Louisville Magazine

NOV 2018

Louisville Magazine is Louisville's city magazine, covering Louisville people, lifestyles, politics, sports, restaurants, entertainment and homes. Includes a monthly calendar of events.

Issue link: https://loumag.epubxp.com/i/1042970

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Page 13 of 172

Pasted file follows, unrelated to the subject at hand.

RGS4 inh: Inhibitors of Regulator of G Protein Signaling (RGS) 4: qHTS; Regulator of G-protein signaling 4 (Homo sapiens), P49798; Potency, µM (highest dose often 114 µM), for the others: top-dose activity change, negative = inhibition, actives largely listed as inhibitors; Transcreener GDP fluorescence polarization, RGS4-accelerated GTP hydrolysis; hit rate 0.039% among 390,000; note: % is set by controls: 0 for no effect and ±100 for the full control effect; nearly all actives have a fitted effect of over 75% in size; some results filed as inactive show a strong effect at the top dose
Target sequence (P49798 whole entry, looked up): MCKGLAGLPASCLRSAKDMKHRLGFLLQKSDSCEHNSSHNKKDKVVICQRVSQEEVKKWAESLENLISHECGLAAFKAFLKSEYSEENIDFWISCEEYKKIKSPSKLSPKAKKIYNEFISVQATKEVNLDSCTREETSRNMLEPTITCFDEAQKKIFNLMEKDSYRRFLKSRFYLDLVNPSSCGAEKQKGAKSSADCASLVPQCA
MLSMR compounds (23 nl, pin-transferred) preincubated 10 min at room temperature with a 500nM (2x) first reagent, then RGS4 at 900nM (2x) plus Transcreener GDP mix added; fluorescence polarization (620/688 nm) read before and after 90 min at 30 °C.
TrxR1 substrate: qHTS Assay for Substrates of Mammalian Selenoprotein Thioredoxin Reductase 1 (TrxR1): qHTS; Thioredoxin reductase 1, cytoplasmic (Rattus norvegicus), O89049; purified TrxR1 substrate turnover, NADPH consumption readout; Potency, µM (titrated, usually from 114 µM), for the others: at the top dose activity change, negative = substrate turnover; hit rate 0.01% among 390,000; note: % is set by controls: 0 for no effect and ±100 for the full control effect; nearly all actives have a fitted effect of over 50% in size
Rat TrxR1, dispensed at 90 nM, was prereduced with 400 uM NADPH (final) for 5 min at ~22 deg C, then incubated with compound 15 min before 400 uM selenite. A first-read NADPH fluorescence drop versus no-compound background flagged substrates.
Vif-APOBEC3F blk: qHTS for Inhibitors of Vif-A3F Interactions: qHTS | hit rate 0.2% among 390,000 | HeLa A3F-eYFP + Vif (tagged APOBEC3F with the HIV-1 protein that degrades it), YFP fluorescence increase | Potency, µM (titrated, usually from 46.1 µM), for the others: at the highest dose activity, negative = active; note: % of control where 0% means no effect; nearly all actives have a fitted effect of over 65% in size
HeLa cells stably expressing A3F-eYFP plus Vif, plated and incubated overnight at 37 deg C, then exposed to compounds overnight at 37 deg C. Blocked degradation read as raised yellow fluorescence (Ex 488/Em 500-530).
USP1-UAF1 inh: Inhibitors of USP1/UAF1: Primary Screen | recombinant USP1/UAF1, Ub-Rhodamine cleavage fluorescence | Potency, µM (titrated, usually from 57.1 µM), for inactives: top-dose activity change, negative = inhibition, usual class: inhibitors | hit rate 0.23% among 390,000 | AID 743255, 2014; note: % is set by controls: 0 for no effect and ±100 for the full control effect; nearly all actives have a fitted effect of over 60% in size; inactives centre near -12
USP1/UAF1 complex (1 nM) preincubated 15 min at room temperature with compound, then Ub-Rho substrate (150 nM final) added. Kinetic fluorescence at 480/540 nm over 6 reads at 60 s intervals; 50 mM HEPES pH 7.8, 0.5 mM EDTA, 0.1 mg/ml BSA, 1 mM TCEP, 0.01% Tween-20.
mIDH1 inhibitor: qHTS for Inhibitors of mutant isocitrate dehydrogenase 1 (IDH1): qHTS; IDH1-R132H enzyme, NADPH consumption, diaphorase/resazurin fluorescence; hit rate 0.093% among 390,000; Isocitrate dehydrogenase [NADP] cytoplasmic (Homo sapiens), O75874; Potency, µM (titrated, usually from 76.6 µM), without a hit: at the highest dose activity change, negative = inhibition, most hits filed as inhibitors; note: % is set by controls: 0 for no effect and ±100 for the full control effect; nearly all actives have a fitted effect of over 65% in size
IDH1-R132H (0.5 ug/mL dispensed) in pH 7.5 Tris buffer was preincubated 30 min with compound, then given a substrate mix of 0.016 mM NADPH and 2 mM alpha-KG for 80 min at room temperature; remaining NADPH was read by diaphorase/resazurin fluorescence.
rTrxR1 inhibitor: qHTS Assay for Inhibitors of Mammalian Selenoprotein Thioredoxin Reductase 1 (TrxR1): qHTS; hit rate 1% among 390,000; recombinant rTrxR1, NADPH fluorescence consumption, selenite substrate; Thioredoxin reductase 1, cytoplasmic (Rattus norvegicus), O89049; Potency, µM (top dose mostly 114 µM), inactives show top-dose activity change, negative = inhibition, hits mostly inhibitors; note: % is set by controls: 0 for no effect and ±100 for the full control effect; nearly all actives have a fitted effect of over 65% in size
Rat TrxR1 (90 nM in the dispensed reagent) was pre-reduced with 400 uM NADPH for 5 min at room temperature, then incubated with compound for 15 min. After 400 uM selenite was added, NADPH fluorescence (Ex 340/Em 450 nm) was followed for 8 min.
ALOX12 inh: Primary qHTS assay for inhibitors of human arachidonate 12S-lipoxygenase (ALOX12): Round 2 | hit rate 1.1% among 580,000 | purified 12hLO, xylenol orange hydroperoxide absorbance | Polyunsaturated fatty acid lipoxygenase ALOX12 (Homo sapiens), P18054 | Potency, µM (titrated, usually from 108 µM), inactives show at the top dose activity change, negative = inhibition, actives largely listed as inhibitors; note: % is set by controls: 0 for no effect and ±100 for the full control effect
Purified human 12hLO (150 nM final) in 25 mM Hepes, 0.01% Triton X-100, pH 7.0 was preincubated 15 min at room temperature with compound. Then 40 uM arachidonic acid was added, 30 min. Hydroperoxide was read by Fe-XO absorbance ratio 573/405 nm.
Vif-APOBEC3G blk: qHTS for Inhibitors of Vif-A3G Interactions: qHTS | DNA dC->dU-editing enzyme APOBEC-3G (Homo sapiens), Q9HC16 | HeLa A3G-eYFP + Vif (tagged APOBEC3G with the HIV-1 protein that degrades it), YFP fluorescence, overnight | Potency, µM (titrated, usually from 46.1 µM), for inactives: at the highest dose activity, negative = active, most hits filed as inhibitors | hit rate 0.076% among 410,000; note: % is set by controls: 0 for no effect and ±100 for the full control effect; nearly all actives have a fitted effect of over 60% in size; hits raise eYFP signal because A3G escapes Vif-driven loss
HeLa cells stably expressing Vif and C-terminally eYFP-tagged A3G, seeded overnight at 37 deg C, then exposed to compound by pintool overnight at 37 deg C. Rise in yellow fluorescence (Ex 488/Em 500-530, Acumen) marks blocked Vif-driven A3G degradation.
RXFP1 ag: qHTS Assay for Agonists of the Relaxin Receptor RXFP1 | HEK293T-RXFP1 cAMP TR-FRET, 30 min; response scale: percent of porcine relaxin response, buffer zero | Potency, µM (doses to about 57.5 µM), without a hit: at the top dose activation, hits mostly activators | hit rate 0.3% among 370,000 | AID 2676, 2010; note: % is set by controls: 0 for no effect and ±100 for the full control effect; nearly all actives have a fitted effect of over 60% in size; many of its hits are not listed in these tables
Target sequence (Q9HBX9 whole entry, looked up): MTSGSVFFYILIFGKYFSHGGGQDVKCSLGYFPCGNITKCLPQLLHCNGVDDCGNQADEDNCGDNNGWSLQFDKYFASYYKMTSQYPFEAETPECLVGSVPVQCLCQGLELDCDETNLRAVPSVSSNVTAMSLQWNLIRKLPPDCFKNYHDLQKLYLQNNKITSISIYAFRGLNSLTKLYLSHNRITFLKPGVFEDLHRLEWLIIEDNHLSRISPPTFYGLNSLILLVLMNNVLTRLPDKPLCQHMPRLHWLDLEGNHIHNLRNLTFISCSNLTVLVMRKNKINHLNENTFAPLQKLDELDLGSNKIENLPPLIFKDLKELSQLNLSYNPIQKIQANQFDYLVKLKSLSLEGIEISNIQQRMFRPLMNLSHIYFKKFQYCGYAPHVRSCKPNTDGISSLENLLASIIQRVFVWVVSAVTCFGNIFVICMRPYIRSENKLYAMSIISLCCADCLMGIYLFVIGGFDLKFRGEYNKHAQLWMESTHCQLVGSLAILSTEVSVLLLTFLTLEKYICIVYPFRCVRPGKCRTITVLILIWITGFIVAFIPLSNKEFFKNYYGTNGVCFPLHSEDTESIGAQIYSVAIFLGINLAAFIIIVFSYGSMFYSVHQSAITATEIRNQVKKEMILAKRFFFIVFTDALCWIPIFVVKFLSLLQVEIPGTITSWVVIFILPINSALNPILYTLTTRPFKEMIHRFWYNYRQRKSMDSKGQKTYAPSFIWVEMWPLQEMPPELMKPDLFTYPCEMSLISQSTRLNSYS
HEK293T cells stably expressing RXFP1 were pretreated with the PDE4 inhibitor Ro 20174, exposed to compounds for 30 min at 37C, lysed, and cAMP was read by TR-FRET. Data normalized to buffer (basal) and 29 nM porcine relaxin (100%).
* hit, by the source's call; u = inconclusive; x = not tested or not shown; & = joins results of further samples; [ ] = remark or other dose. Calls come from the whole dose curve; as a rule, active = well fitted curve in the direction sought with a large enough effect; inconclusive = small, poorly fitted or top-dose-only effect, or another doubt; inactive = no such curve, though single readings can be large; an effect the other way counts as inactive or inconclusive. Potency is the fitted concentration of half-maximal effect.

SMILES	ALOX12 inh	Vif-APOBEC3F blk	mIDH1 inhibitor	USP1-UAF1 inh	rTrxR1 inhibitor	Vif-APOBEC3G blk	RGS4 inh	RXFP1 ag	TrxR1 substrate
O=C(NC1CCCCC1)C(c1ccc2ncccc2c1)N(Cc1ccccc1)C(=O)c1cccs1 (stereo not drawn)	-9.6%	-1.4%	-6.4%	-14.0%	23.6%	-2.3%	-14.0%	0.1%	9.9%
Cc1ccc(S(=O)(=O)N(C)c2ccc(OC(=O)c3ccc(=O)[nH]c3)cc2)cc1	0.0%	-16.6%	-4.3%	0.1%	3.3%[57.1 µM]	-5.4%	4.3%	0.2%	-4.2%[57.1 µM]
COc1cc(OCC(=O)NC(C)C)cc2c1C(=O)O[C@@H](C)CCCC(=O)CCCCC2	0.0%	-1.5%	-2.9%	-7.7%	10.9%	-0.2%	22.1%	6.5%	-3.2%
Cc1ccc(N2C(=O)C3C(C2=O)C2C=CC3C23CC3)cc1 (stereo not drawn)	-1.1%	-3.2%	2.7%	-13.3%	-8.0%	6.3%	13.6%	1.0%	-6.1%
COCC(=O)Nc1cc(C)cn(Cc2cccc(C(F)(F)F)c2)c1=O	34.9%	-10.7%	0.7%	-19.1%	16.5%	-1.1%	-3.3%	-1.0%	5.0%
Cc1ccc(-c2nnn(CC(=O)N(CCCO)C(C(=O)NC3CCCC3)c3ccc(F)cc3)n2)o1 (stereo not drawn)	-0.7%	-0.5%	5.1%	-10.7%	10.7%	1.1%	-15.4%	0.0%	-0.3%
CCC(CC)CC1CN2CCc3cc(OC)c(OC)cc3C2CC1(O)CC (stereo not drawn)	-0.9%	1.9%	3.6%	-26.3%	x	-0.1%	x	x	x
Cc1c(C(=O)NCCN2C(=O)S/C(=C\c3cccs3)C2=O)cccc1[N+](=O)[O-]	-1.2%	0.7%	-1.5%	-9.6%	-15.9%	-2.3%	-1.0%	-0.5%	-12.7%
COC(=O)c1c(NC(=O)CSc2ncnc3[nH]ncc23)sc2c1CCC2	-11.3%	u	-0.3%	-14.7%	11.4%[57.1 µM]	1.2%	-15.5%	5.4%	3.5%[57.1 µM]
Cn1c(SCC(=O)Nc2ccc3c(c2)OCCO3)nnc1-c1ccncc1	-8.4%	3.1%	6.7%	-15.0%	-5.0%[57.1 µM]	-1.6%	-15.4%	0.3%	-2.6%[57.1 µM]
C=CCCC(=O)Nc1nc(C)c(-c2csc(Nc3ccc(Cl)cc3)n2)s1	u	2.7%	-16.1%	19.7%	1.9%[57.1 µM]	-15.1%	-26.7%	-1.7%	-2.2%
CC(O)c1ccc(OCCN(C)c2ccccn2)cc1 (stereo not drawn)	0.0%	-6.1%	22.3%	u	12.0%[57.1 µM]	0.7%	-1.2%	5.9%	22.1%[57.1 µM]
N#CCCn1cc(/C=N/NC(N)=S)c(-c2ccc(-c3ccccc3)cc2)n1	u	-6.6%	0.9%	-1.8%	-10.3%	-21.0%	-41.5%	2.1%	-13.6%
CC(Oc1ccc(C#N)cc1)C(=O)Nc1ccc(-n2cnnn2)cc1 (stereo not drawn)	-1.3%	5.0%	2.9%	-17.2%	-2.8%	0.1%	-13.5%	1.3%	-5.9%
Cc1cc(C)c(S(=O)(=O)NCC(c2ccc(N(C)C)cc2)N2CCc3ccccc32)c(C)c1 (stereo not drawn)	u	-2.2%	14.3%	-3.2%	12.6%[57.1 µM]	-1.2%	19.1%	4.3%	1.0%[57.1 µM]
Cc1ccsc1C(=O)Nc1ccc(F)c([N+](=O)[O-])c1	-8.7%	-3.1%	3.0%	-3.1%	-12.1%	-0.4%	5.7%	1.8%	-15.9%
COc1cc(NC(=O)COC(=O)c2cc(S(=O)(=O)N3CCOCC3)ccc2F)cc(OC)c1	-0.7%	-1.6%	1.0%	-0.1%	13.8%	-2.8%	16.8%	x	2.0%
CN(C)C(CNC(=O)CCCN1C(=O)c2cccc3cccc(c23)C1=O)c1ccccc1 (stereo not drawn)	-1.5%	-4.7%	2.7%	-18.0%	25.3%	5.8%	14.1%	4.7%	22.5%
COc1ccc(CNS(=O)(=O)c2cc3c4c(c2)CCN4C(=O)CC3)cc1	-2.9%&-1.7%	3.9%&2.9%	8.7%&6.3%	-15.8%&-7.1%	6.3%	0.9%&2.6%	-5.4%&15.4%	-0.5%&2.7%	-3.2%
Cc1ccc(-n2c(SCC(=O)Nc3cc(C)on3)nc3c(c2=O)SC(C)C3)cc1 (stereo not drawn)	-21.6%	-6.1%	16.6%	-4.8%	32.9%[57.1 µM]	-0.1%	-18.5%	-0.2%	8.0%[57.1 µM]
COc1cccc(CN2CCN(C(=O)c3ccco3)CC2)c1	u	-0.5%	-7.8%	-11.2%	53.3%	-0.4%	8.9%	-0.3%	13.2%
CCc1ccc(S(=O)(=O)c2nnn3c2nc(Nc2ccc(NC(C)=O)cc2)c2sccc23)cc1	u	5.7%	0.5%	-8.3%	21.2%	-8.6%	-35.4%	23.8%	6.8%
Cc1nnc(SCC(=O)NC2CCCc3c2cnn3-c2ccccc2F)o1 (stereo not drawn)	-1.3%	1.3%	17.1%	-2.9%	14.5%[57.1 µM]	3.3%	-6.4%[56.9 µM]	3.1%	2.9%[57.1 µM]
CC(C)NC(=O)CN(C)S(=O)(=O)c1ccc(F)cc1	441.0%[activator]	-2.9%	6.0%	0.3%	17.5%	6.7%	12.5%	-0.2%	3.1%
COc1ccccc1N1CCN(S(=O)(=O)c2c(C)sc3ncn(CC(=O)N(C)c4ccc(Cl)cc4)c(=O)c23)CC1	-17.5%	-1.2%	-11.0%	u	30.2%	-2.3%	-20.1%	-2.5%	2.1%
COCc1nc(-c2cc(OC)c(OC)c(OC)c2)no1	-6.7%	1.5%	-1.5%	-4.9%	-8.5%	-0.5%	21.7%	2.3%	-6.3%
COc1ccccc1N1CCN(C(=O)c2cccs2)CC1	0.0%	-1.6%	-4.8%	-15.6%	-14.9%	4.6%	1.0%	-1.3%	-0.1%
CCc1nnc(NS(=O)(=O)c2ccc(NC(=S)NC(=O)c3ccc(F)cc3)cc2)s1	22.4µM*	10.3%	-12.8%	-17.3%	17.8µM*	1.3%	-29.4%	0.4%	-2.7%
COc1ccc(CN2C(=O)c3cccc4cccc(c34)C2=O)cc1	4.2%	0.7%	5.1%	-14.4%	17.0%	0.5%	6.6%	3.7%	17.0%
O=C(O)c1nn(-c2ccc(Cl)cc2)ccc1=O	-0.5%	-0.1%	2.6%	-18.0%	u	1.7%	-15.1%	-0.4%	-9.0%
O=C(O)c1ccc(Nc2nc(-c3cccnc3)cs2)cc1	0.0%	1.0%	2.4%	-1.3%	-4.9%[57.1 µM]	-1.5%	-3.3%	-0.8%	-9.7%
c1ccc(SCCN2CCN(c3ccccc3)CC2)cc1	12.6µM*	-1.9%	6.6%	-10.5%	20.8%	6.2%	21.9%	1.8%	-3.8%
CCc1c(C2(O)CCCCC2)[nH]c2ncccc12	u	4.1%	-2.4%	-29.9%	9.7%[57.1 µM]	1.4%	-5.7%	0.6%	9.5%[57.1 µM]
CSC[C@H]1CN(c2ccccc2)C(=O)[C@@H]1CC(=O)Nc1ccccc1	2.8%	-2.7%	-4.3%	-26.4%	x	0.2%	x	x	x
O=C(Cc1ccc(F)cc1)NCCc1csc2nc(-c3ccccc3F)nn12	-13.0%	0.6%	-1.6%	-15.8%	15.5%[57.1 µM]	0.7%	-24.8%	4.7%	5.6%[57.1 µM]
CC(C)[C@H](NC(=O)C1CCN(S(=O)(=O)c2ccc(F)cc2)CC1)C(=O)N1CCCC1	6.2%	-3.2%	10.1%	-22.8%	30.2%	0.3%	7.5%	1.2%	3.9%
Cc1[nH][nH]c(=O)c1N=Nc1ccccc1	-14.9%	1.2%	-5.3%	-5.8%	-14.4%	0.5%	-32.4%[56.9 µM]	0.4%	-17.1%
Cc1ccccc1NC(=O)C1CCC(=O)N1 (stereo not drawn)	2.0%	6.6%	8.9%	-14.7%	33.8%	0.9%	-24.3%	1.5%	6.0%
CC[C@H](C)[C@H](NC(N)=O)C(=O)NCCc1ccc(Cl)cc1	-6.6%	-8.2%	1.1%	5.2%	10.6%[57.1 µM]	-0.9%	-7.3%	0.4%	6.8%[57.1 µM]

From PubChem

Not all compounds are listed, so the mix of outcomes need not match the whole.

kosair.org/donate ymcalouisville.org/downtown LOUISVILLE MAGAZINE 11.18 11 others have carefully cultivated. While I, like Dan, will leave it to your judgment to determine whether the excellence continues, I can guarantee that the editorial independence will. Speaking of traditions, one of my all-time favorites comes from the late and wonderfully traditional — and innovative and wise — Owsley Brown II, who also happens to have been my father- in-law. He was a fourth-generation leader of his family company, Brown-Forman, in the great Kentucky tradition of making and selling bourbon. But he cared just as much about tending to the metaphorical bourbon of Louisville. Dan did too. And so do I. Soon after I met Owsley, he explained to me that making bourbon takes three steps. During the first, fermentation, you need to let a lot of different natural ingredients react with one another, including yeast, which acts as the catalyst. ings must be allowed to bubble up over time. But if you stop at the end of step one, you get beer. Beer is fine (and maybe better than fine), but it's not what Owsley was after. e next step is distillation, which uses heat and vapor to narrow things down and arrive at something more essential. But stop there and you get vodka. Owsley reminded me, meaning no disrespect to our Eastern European friends: "You can make vodka in an afternoon." Bourbon needs a final step. If you ask people to guess what that is, most will say "aging," which is close. Time is indeed part of it, but it's not time alone. It's time in the charred barrel — the whiskey expanding into the wood and contracting with the changing seasons. It's called maturing. It's not so different from a community's ebbs and flows of gratitude and resentment and agreement and disagreement and competition and cooperation and so on. Maturing is what gives character, color and complexity to a great bourbon. And to a great city. At Louisville Magazine, we'll continue to catalyze and bubble things up. We'll distill and always try to focus on the richness of our time in the barrel together. We know that Louisville makes us. So we'll keep making Louisville. — Matthew Barzun, publisher

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